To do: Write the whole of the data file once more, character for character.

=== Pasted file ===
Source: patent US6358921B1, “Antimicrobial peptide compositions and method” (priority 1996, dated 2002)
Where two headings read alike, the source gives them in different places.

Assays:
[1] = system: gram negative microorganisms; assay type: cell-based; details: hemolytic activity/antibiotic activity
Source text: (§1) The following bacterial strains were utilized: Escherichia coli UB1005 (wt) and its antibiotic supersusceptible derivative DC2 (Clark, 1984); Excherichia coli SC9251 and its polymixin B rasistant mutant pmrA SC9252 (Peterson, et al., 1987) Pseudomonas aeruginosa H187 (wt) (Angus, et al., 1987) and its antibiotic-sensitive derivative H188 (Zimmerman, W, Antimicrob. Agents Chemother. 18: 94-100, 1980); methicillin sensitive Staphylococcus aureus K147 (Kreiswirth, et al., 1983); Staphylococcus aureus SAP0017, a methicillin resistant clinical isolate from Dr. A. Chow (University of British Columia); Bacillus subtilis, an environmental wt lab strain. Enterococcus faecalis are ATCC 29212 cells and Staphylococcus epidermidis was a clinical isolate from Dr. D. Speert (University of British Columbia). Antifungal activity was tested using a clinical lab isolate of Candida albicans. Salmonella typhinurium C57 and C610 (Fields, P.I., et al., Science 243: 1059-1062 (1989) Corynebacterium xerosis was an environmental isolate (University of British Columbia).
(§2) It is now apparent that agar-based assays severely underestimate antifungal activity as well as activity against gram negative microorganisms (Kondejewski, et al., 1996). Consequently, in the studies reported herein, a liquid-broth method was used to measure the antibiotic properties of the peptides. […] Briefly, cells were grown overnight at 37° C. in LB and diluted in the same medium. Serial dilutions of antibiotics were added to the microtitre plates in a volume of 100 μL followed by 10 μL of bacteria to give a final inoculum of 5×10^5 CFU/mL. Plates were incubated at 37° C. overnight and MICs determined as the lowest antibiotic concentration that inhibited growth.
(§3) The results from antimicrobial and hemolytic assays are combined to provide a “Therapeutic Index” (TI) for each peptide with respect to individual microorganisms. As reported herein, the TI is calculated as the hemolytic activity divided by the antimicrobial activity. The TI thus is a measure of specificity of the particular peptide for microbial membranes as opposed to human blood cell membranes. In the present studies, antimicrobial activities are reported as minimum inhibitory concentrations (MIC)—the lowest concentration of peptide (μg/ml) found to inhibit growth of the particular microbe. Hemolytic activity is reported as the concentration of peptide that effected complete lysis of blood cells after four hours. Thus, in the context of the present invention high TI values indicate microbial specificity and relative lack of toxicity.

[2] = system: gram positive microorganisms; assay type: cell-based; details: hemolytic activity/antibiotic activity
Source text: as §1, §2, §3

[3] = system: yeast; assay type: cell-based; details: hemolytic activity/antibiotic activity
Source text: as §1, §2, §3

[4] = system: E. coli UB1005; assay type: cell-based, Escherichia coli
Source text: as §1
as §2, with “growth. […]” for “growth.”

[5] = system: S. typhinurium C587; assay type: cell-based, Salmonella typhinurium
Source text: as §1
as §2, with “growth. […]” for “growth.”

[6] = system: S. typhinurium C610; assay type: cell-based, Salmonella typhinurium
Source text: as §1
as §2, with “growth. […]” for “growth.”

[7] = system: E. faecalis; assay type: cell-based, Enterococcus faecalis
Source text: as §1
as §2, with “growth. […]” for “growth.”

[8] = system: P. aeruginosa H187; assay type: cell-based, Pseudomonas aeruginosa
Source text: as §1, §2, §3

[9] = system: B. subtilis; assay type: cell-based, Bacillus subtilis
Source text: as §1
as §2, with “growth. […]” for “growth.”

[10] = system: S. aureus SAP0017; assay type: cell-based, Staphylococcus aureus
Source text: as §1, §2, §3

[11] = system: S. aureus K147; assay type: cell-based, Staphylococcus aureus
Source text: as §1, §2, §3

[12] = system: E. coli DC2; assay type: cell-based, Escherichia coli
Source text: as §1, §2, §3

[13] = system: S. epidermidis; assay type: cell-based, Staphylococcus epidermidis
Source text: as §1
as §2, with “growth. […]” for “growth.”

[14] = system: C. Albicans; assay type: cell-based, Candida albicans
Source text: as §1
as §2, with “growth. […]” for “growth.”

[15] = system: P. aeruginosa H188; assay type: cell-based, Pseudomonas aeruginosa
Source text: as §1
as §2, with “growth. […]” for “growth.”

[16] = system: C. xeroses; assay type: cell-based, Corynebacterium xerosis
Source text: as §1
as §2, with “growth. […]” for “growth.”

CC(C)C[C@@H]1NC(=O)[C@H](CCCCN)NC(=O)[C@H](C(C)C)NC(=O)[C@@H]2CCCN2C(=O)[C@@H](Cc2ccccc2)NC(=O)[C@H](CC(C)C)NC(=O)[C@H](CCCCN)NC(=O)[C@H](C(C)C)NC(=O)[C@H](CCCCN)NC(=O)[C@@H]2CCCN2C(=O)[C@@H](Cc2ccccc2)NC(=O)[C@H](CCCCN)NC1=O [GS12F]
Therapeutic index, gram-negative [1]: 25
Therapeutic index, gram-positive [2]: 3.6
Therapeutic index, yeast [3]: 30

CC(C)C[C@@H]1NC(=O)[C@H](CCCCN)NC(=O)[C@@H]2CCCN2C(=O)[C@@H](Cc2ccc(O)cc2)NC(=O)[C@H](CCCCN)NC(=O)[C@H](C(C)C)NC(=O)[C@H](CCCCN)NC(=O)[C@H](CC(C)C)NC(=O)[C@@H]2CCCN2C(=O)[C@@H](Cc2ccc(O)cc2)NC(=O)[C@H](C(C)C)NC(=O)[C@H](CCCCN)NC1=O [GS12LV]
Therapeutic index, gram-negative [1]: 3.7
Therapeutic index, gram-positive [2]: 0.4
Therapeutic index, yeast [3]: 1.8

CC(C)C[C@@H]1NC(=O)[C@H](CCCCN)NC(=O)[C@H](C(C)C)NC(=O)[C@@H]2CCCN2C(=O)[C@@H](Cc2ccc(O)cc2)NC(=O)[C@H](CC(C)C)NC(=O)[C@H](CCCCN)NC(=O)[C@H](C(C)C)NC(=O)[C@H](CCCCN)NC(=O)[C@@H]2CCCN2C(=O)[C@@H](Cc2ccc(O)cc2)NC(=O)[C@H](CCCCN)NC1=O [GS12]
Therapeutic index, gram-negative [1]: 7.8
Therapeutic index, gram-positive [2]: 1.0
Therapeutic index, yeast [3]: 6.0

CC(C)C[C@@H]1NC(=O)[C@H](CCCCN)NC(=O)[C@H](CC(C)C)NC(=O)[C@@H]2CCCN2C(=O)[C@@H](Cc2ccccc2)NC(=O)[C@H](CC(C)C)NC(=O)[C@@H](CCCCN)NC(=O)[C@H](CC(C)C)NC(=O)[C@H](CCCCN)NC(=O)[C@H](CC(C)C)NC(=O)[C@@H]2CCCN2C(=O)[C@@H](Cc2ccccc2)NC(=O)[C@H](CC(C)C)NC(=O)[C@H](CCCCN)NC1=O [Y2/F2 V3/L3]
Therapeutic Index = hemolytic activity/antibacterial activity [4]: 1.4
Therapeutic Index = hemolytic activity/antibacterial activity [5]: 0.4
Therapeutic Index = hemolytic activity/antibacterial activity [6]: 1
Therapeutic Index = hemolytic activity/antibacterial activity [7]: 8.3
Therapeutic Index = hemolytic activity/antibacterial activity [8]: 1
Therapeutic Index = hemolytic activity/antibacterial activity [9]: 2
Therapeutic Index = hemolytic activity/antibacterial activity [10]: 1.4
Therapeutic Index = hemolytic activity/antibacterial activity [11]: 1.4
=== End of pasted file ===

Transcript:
Source: patent US6358921B1, “Antimicrobial peptide compositions and method” (priority 1996, dated 2002)
Where two headings read alike, the source gives them in different places.

Assays:
[1] = system: gram negative microorganisms; assay type: cell-based; details: hemolytic activity/antibiotic activity
Source text: (§1) The following bacterial strains were utilized: Escherichia coli UB1005 (wt) and its antibiotic supersusceptible derivative DC2 (Clark, 1984); Excherichia coli SC9251 and its polymixin B rasistant mutant pmrA SC9252 (Peterson, et al., 1987) Pseudomonas aeruginosa H187 (wt) (Angus, et al., 1987) and its antibiotic-sensitive derivative H188 (Zimmerman, W, Antimicrob. Agents Chemother. 18: 94-100, 1980); methicillin sensitive Staphylococcus aureus K147 (Kreiswirth, et al., 1983); Staphylococcus aureus SAP0017, a methicillin resistant clinical isolate from Dr. A. Chow (University of British Columia); Bacillus subtilis, an environmental wt lab strain. Enterococcus faecalis are ATCC 29212 cells and Staphylococcus epidermidis was a clinical isolate from Dr. D. Speert (University of British Columbia). Antifungal activity was tested using a clinical lab isolate of Candida albicans. Salmonella typhinurium C57 and C610 (Fields, P.I., et al., Science 243: 1059-1062 (1989) Corynebacterium xerosis was an environmental isolate (University of British Columbia).
(§2) It is now apparent that agar-based assays severely underestimate antifungal activity as well as activity against gram negative microorganisms (Kondejewski, et al., 1996). Consequently, in the studies reported herein, a liquid-broth method was used to measure the antibiotic properties of the peptides. […] Briefly, cells were grown overnight at 37° C. in LB and diluted in the same medium. Serial dilutions of antibiotics were added to the microtitre plates in a volume of 100 μL followed by 10 μL of bacteria to give a final inoculum of 5×10^5 CFU/mL. Plates were incubated at 37° C. overnight and MICs determined as the lowest antibiotic concentration that inhibited growth.
(§3) The results from antimicrobial and hemolytic assays are combined to provide a “Therapeutic Index” (TI) for each peptide with respect to individual microorganisms. As reported herein, the TI is calculated as the hemolytic activity divided by the antimicrobial activity. The TI thus is a measure of specificity of the particular peptide for microbial membranes as opposed to human blood cell membranes. In the present studies, antimicrobial activities are reported as minimum inhibitory concentrations (MIC)—the lowest concentration of peptide (μg/ml) found to inhibit growth of the particular microbe. Hemolytic activity is reported as the concentration of peptide that effected complete lysis of blood cells after four hours. Thus, in the context of the present invention high TI values indicate microbial specificity and relative lack of toxicity.

[2] = system: gram positive microorganisms; assay type: cell-based; details: hemolytic activity/antibiotic activity
Source text: as §1, §2, §3

[3] = system: yeast; assay type: cell-based; details: hemolytic activity/antibiotic activity
Source text: as §1, §2, §3

[4] = system: E. coli UB1005; assay type: cell-based, Escherichia coli
Source text: as §1
as §2, with “growth. […]” for “growth.”

[5] = system: S. typhinurium C587; assay type: cell-based, Salmonella typhinurium
Source text: as §1
as §2, with “growth. […]” for “growth.”

[6] = system: S. typhinurium C610; assay type: cell-based, Salmonella typhinurium
Source text: as §1
as §2, with “growth. […]” for “growth.”

[7] = system: E. faecalis; assay type: cell-based, Enterococcus faecalis
Source text: as §1
as §2, with “growth. […]” for “growth.”

[8] = system: P. aeruginosa H187; assay type: cell-based, Pseudomonas aeruginosa
Source text: as §1, §2, §3

[9] = system: B. subtilis; assay type: cell-based, Bacillus subtilis
Source text: as §1
as §2, with “growth. […]” for “growth.”

[10] = system: S. aureus SAP0017; assay type: cell-based, Staphylococcus aureus
Source text: as §1, §2, §3

[11] = system: S. aureus K147; assay type: cell-based, Staphylococcus aureus
Source text: as §1, §2, §3

[12] = system: E. coli DC2; assay type: cell-based, Escherichia coli
Source text: as §1, §2, §3

[13] = system: S. epidermidis; assay type: cell-based, Staphylococcus epidermidis
Source text: as §1
as §2, with “growth. […]” for “growth.”

[14] = system: C. Albicans; assay type: cell-based, Candida albicans
Source text: as §1
as §2, with “growth. […]” for “growth.”

[15] = system: P. aeruginosa H188; assay type: cell-based, Pseudomonas aeruginosa
Source text: as §1
as §2, with “growth. […]” for “growth.”

[16] = system: C. xeroses; assay type: cell-based, Corynebacterium xerosis
Source text: as §1
as §2, with “growth. […]” for “growth.”

CC(C)C[C@@H]1NC(=O)[C@H](CCCCN)NC(=O)[C@H](C(C)C)NC(=O)[C@@H]2CCCN2C(=O)[C@@H](Cc2ccccc2)NC(=O)[C@H](CC(C)C)NC(=O)[C@H](CCCCN)NC(=O)[C@H](C(C)C)NC(=O)[C@H](CCCCN)NC(=O)[C@@H]2CCCN2C(=O)[C@@H](Cc2ccccc2)NC(=O)[C@H](CCCCN)NC1=O [GS12F]
Therapeutic index, gram-negative [1]: 25
Therapeutic index, gram-positive [2]: 3.6
Therapeutic index, yeast [3]: 30

CC(C)C[C@@H]1NC(=O)[C@H](CCCCN)NC(=O)[C@@H]2CCCN2C(=O)[C@@H](Cc2ccc(O)cc2)NC(=O)[C@H](CCCCN)NC(=O)[C@H](C(C)C)NC(=O)[C@H](CCCCN)NC(=O)[C@H](CC(C)C)NC(=O)[C@@H]2CCCN2C(=O)[C@@H](Cc2ccc(O)cc2)NC(=O)[C@H](C(C)C)NC(=O)[C@H](CCCCN)NC1=O [GS12LV]
Therapeutic index, gram-negative [1]: 3.7
Therapeutic index, gram-positive [2]: 0.4
Therapeutic index, yeast [3]: 1.8

CC(C)C[C@@H]1NC(=O)[C@H](CCCCN)NC(=O)[C@H](C(C)C)NC(=O)[C@@H]2CCCN2C(=O)[C@@H](Cc2ccc(O)cc2)NC(=O)[C@H](CC(C)C)NC(=O)[C@H](CCCCN)NC(=O)[C@H](C(C)C)NC(=O)[C@H](CCCCN)NC(=O)[C@@H]2CCCN2C(=O)[C@@H](Cc2ccc(O)cc2)NC(=O)[C@H](CCCCN)NC1=O [GS12]
Therapeutic index, gram-negative [1]: 7.8
Therapeutic index, gram-positive [2]: 1.0
Therapeutic index, yeast [3]: 6.0

CC(C)C[C@@H]1NC(=O)[C@H](CCCCN)NC(=O)[C@H](CC(C)C)NC(=O)[C@@H]2CCCN2C(=O)[C@@H](Cc2ccccc2)NC(=O)[C@H](CC(C)C)NC(=O)[C@@H](CCCCN)NC(=O)[C@H](CC(C)C)NC(=O)[C@H](CCCCN)NC(=O)[C@H](CC(C)C)NC(=O)[C@@H]2CCCN2C(=O)[C@@H](Cc2ccccc2)NC(=O)[C@H](CC(C)C)NC(=O)[C@H](CCCCN)NC1=O [Y2/F2 V3/L3]
Therapeutic Index = hemolytic activity/antibacterial activity [4]: 1.4
Therapeutic Index = hemolytic activity/antibacterial activity [5]: 0.4
Therapeutic Index = hemolytic activity/antibacterial activity [6]: 1
Therapeutic Index = hemolytic activity/antibacterial activity [7]: 8.3
Therapeutic Index = hemolytic activity/antibacterial activity [8]: 1
Therapeutic Index = hemolytic activity/antibacterial activity [9]: 2
Therapeutic Index = hemolytic activity/antibacterial activity [10]: 1.4
Therapeutic Index = hemolytic activity/antibacterial activity [11]: 1.4